Back to Schizophrenia Part II

Is there a way to think about the etiology, the de-coding/unwrapping and possible treatment options of schizophrenia which avoids the single model approach? Considering the multiple memoirs from insiders (patients and therapists) and theoretical and medical approaches I have already reported, and considering the fact that we have not yet “solved” the schizophrenia “dilemma”, how might we pull together bits and pieces of data into some understandable systemic whole? In my previous post I referred to Harrington’s statement that a group of researchers in 2008, who identified and critically assessed all known facts about schizophrenia concluded that the facts did not, as a group, lead logically to any coherent explanation of schizophrenia. She also said that these same researchers in 2011 claimed that the field seemed to be operating like the fabled six blind Indian men groping different parts of an elephant and coming up with different conclusions. “In fact they admitted, in the current state of knowledge, one could not rule out the possibility: ‘that there may be no elephant, more than one elephant, or many different animals in the room'” (p.182). I will propose a possible way through this dilemma.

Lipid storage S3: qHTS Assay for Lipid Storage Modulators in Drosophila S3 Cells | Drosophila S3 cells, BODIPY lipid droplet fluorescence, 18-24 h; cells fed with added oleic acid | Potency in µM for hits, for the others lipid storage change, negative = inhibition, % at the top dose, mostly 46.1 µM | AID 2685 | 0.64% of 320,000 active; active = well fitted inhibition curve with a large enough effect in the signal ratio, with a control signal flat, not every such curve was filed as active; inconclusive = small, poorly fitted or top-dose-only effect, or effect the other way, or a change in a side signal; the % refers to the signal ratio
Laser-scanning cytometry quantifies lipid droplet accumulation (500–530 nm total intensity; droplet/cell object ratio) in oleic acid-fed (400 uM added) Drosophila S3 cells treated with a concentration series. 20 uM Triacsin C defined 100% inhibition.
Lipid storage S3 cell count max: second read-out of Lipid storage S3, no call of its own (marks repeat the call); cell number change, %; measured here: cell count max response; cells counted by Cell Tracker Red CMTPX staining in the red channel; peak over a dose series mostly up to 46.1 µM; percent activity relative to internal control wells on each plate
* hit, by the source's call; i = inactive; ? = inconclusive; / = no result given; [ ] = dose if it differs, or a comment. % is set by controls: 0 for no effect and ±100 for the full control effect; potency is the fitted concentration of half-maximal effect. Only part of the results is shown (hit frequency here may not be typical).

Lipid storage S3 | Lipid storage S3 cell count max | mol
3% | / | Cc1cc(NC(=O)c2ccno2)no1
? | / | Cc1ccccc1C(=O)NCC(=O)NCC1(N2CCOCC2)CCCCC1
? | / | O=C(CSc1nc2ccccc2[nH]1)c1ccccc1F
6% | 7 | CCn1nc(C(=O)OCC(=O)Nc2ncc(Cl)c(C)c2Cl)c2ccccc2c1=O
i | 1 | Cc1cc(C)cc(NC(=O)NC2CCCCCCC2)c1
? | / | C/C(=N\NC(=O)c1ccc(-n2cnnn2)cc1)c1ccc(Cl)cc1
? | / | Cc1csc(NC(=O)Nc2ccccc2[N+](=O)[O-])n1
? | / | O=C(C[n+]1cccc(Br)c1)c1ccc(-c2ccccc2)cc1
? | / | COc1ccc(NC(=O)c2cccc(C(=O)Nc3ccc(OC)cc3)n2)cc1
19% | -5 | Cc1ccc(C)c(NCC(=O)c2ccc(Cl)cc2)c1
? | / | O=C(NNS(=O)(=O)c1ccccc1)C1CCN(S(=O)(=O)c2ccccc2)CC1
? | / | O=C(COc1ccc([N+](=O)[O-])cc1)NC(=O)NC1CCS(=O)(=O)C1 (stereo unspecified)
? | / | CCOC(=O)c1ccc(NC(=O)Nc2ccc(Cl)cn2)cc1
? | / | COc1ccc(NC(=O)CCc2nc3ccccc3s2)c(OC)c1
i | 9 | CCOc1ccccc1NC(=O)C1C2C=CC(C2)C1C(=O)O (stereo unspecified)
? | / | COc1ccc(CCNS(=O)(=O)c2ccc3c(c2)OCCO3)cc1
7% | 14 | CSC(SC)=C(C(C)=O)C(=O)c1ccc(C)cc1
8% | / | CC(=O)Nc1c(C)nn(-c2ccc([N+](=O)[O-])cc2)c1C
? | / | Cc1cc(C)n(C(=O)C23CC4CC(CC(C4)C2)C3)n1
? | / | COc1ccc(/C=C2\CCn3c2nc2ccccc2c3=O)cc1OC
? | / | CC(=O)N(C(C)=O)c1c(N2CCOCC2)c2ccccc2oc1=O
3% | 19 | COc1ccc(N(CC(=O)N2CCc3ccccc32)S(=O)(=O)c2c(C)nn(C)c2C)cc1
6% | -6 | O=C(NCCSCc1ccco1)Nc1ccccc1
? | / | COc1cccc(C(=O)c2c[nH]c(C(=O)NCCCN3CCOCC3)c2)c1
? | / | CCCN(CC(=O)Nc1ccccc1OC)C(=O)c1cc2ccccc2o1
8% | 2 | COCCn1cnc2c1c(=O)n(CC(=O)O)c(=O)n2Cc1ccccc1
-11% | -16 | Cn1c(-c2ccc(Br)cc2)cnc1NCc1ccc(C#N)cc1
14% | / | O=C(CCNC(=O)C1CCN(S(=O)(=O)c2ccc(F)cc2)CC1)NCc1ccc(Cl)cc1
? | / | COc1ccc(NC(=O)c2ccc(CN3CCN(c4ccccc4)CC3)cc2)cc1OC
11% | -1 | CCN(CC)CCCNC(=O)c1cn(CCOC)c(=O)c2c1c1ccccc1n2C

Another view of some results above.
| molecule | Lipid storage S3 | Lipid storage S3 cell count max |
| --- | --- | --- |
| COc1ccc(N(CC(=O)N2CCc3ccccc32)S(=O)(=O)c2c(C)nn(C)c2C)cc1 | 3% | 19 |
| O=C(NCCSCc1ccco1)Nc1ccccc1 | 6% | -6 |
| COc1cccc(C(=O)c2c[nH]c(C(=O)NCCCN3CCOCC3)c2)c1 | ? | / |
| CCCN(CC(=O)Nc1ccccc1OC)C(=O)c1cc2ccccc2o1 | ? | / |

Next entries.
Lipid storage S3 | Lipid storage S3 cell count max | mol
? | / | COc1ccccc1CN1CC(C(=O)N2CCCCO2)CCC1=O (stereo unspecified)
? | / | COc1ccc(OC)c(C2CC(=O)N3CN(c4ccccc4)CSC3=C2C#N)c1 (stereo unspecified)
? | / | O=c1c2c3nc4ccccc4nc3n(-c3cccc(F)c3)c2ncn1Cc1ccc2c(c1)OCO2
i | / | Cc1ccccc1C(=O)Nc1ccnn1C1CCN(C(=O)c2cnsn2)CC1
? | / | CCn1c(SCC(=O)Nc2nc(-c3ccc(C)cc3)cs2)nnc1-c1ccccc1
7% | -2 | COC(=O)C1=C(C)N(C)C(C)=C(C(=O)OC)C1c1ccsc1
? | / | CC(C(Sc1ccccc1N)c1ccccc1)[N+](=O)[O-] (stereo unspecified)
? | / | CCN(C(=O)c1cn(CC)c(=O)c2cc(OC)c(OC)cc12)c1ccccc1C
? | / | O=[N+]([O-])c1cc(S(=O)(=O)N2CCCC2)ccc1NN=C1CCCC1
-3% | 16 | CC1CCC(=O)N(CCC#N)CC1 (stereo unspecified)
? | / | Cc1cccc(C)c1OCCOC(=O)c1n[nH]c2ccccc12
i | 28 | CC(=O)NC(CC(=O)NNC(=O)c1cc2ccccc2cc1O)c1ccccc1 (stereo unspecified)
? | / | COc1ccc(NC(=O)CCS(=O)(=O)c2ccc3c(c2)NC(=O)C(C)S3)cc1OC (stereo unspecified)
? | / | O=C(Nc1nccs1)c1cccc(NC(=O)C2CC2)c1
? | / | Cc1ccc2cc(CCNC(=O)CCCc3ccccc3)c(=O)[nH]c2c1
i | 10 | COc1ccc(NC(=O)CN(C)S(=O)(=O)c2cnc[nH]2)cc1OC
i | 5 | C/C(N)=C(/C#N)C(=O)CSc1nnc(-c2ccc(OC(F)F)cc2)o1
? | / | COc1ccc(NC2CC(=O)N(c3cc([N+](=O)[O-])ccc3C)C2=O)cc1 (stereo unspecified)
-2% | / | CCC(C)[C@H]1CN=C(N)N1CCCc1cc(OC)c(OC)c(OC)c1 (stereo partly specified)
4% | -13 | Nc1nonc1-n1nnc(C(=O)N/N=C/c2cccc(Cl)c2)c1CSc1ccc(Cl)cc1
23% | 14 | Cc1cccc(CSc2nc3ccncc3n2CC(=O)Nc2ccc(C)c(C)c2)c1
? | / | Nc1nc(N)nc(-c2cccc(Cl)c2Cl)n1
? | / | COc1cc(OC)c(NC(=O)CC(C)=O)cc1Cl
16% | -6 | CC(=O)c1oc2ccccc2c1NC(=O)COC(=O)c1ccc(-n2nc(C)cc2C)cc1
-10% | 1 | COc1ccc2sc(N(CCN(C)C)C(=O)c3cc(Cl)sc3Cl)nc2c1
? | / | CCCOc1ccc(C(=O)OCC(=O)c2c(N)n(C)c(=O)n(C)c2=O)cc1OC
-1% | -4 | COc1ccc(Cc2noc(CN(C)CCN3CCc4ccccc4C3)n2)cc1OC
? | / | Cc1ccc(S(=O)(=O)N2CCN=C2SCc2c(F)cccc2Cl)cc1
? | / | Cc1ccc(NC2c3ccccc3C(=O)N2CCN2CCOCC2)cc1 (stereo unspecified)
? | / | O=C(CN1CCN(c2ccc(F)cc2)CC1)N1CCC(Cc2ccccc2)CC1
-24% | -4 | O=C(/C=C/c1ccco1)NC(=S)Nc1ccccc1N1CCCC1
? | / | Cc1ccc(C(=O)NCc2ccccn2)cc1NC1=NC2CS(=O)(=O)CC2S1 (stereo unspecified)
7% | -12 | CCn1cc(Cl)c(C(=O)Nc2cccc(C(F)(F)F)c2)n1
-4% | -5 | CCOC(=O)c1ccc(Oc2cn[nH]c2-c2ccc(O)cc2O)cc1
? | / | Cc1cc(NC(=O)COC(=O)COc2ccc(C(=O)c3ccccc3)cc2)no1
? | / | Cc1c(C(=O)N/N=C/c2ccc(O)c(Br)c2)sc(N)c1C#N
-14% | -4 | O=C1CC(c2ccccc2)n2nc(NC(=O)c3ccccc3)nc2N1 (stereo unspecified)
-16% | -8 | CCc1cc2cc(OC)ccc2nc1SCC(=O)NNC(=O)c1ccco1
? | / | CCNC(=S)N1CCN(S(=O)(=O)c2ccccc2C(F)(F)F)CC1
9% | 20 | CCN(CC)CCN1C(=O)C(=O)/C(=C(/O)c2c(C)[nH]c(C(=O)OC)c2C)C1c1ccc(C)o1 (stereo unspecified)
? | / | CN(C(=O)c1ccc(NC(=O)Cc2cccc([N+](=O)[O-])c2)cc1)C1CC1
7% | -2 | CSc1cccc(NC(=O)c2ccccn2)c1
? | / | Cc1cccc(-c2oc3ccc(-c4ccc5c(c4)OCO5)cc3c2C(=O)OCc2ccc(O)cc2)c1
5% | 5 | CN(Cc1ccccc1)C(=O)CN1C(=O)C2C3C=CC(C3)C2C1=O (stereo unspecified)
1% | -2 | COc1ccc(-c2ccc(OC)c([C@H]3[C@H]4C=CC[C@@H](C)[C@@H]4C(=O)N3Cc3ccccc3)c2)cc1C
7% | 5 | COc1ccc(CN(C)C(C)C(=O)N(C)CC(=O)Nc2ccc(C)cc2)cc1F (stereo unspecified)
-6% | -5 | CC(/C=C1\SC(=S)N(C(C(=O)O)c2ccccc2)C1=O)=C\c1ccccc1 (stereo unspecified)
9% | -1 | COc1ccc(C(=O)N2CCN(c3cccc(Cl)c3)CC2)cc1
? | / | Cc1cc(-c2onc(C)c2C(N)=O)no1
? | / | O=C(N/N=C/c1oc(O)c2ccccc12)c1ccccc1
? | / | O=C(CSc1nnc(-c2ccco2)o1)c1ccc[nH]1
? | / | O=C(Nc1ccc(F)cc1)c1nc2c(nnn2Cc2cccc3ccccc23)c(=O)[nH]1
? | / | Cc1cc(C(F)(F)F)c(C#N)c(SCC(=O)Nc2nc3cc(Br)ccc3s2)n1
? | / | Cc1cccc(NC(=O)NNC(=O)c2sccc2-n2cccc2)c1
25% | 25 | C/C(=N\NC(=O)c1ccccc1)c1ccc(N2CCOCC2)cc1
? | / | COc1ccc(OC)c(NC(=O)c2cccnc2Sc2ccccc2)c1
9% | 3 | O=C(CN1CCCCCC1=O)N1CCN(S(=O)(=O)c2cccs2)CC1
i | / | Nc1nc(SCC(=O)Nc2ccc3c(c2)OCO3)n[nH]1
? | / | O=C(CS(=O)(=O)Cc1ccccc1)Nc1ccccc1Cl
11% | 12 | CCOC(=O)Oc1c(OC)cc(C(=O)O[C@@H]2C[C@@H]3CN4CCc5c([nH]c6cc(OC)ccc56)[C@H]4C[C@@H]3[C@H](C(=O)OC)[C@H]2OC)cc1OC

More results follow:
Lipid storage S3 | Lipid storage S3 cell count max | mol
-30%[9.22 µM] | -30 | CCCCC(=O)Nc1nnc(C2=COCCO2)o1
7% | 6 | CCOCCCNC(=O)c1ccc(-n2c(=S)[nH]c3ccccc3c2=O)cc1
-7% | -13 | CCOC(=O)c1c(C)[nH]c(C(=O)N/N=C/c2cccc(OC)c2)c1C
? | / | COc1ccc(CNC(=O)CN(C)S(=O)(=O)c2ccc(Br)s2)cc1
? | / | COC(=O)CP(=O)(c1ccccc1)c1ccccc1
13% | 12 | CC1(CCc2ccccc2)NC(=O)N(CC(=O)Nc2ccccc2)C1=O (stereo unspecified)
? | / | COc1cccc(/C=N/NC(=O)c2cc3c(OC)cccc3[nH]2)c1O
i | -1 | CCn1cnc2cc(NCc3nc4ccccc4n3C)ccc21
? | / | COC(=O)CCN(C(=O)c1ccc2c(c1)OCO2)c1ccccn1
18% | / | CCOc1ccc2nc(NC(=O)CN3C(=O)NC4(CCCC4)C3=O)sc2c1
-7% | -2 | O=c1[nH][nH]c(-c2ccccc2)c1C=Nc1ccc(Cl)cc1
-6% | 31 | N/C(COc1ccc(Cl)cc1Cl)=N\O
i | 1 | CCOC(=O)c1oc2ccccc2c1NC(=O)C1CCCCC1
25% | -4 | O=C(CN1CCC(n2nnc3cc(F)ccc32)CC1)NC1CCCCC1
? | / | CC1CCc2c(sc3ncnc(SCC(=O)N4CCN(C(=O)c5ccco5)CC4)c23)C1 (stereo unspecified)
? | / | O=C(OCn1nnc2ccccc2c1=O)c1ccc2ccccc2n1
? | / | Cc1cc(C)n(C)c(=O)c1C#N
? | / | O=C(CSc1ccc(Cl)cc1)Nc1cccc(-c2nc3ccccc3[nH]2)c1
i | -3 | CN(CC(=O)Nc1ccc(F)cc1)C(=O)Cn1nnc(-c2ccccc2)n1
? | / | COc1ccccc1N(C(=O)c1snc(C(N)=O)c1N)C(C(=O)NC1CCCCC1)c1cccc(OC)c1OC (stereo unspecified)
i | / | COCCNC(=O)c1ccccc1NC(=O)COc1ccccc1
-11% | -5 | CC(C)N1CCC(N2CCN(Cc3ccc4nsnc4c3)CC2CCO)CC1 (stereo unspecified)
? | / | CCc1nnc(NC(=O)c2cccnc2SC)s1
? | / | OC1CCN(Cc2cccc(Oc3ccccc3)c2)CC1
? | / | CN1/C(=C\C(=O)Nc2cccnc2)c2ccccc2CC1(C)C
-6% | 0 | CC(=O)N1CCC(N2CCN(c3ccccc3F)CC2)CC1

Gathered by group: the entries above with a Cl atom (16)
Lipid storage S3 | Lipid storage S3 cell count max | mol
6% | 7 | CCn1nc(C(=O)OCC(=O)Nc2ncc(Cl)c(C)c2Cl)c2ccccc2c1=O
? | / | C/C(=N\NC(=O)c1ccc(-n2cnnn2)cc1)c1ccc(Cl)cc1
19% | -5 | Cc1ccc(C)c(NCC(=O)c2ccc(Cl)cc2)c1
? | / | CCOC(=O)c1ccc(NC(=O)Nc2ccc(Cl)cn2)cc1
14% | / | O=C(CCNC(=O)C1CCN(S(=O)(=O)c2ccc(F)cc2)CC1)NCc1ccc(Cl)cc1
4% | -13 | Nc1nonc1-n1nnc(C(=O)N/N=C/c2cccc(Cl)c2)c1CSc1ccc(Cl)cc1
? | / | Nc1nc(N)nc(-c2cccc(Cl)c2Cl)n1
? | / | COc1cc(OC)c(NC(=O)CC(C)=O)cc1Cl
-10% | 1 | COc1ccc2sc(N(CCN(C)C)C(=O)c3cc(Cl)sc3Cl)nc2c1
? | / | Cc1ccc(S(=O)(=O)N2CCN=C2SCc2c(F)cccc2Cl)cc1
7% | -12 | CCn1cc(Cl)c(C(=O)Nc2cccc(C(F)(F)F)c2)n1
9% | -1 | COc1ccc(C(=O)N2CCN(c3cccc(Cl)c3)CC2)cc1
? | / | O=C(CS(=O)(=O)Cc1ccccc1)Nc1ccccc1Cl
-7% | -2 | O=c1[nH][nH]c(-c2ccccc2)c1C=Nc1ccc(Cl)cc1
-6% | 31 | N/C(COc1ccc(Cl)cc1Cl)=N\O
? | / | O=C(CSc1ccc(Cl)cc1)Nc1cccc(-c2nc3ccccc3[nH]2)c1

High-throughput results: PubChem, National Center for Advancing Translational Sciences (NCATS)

Why am I interested in schizophrenia? While studying psychology in undergraduate school , I worked as a counselor at The Lawrence School for emotionally disturbed children in VanNuys, California (1959-1961), and as a volunteer on the children’s ward at the Camarillo State Hospital in Camarillo, California. The Lawrence School was one of the first of its kind in the U.S. Our objective was to take children in early elementary school grades and prepare them to be mainstreamed after the sixth grade. If they were too disturbed and /or organically impaired, so that the prognosis was not positive, we could not take them and the only option for them usually was a state hospital. We did not typically place diagnostic labels of these children, but many were likely on the autism spectrum, with several other disturbances, some with possible symptoms of schizophrenia. While it is not thought that schizophrenia shows up before adolescence, there may have been pre-psychotic symptoms with some of our children. While working in the children’s ward at the Camarillo State hospital, I had access to the records of the children I worked with. Most were given a diagnostic label of “Schizophrenia Reaction, Childhood Type”. I believe that this was because psychiatrists at that time knew almost nothing about how schizophrenia might affect children. Since most children had obvious psychotic symptoms or were extremely autistic, the label was used as a “holding place” until more was known. Meanwhile, these children were essentially being “housed” in an institution because their families could not manage them. Treatment options were minimal. I don’t remember if the children were medicated as were the adults at the hospital. I do remember that I was fascinated with trying to communicate with the most disturbed children. One boy had become a Bumble Bee and would buzz the ward non-stop. The staff ignored him. I decided to buzz alongside him to see if he would notice and perhaps talk to me. He definitely noticed, but he never talked. This at least hinted to me that he was aware of what was happening around him, while he was living as a bee.